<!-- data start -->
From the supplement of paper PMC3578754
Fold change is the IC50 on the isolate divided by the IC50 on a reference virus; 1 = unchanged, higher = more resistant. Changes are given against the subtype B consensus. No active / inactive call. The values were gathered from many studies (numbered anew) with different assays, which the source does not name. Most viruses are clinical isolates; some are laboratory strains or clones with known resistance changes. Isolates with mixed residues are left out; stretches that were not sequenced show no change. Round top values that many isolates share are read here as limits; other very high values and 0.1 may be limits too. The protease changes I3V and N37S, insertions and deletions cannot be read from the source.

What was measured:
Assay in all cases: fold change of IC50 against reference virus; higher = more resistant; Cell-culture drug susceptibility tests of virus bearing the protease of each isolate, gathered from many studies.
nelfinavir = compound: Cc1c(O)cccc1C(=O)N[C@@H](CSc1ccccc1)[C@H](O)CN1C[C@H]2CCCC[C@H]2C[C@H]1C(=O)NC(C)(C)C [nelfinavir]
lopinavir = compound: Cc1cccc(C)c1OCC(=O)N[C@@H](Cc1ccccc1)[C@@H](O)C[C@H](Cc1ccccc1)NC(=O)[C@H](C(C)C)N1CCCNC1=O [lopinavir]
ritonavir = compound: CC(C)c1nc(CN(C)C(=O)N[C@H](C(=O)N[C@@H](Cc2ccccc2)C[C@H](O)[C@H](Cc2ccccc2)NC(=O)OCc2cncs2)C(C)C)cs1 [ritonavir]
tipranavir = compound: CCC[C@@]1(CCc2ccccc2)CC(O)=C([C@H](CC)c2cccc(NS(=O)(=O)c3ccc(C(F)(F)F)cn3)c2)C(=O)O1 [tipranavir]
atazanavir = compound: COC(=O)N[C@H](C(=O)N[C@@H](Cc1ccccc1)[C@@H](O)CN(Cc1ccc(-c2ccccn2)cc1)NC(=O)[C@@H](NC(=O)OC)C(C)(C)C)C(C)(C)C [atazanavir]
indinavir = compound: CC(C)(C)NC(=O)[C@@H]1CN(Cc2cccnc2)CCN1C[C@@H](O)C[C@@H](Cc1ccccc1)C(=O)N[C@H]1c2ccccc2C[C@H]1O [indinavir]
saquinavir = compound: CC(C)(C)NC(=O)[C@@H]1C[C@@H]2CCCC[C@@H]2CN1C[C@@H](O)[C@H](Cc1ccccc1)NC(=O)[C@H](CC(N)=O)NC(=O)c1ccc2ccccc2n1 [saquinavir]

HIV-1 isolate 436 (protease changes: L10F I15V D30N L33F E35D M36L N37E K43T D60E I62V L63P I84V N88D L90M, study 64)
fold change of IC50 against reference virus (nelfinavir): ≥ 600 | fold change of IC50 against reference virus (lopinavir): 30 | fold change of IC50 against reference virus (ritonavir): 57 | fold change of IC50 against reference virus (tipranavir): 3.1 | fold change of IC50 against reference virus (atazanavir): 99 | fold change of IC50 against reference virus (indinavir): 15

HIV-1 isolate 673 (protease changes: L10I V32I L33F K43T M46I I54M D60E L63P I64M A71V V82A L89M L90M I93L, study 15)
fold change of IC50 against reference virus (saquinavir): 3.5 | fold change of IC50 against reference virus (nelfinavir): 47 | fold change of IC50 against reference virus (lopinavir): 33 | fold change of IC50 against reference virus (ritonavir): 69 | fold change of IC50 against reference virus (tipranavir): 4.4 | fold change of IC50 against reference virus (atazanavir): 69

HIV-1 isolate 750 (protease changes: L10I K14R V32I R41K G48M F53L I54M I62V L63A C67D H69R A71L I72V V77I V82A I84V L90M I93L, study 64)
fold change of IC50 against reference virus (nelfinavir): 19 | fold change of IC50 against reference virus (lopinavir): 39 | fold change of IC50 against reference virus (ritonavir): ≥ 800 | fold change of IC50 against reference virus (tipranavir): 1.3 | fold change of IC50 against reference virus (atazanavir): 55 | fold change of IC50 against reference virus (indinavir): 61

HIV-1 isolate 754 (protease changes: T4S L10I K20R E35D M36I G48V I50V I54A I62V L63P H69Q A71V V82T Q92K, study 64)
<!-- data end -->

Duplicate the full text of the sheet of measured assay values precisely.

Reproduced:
From the supplement of paper PMC3578754
Fold change is the IC50 on the isolate divided by the IC50 on a reference virus; 1 = unchanged, higher = more resistant. Changes are given against the subtype B consensus. No active / inactive call. The values were gathered from many studies (numbered anew) with different assays, which the source does not name. Most viruses are clinical isolates; some are laboratory strains or clones with known resistance changes. Isolates with mixed residues are left out; stretches that were not sequenced show no change. Round top values that many isolates share are read here as limits; other very high values and 0.1 may be limits too. The protease changes I3V and N37S, insertions and deletions cannot be read from the source.

What was measured:
Assay in all cases: fold change of IC50 against reference virus; higher = more resistant; Cell-culture drug susceptibility tests of virus bearing the protease of each isolate, gathered from many studies.
nelfinavir = compound: Cc1c(O)cccc1C(=O)N[C@@H](CSc1ccccc1)[C@H](O)CN1C[C@H]2CCCC[C@H]2C[C@H]1C(=O)NC(C)(C)C [nelfinavir]
lopinavir = compound: Cc1cccc(C)c1OCC(=O)N[C@@H](Cc1ccccc1)[C@@H](O)C[C@H](Cc1ccccc1)NC(=O)[C@H](C(C)C)N1CCCNC1=O [lopinavir]
ritonavir = compound: CC(C)c1nc(CN(C)C(=O)N[C@H](C(=O)N[C@@H](Cc2ccccc2)C[C@H](O)[C@H](Cc2ccccc2)NC(=O)OCc2cncs2)C(C)C)cs1 [ritonavir]
tipranavir = compound: CCC[C@@]1(CCc2ccccc2)CC(O)=C([C@H](CC)c2cccc(NS(=O)(=O)c3ccc(C(F)(F)F)cn3)c2)C(=O)O1 [tipranavir]
atazanavir = compound: COC(=O)N[C@H](C(=O)N[C@@H](Cc1ccccc1)[C@@H](O)CN(Cc1ccc(-c2ccccn2)cc1)NC(=O)[C@@H](NC(=O)OC)C(C)(C)C)C(C)(C)C [atazanavir]
indinavir = compound: CC(C)(C)NC(=O)[C@@H]1CN(Cc2cccnc2)CCN1C[C@@H](O)C[C@@H](Cc1ccccc1)C(=O)N[C@H]1c2ccccc2C[C@H]1O [indinavir]
saquinavir = compound: CC(C)(C)NC(=O)[C@@H]1C[C@@H]2CCCC[C@@H]2CN1C[C@@H](O)[C@H](Cc1ccccc1)NC(=O)[C@H](CC(N)=O)NC(=O)c1ccc2ccccc2n1 [saquinavir]

HIV-1 isolate 436 (protease changes: L10F I15V D30N L33F E35D M36L N37E K43T D60E I62V L63P I84V N88D L90M, study 64)
fold change of IC50 against reference virus (nelfinavir): ≥ 600 | fold change of IC50 against reference virus (lopinavir): 30 | fold change of IC50 against reference virus (ritonavir): 57 | fold change of IC50 against reference virus (tipranavir): 3.1 | fold change of IC50 against reference virus (atazanavir): 99 | fold change of IC50 against reference virus (indinavir): 15

HIV-1 isolate 673 (protease changes: L10I V32I L33F K43T M46I I54M D60E L63P I64M A71V V82A L89M L90M I93L, study 15)
fold change of IC50 against reference virus (saquinavir): 3.5 | fold change of IC50 against reference virus (nelfinavir): 47 | fold change of IC50 against reference virus (lopinavir): 33 | fold change of IC50 against reference virus (ritonavir): 69 | fold change of IC50 against reference virus (tipranavir): 4.4 | fold change of IC50 against reference virus (atazanavir): 69

HIV-1 isolate 750 (protease changes: L10I K14R V32I R41K G48M F53L I54M I62V L63A C67D H69R A71L I72V V77I V82A I84V L90M I93L, study 64)
fold change of IC50 against reference virus (nelfinavir): 19 | fold change of IC50 against reference virus (lopinavir): 39 | fold change of IC50 against reference virus (ritonavir): ≥ 800 | fold change of IC50 against reference virus (tipranavir): 1.3 | fold change of IC50 against reference virus (atazanavir): 55 | fold change of IC50 against reference virus (indinavir): 61

HIV-1 isolate 754 (protease changes: T4S L10I K20R E35D M36I G48V I50V I54A I62V L63P H69Q A71V V82T Q92K, study 64)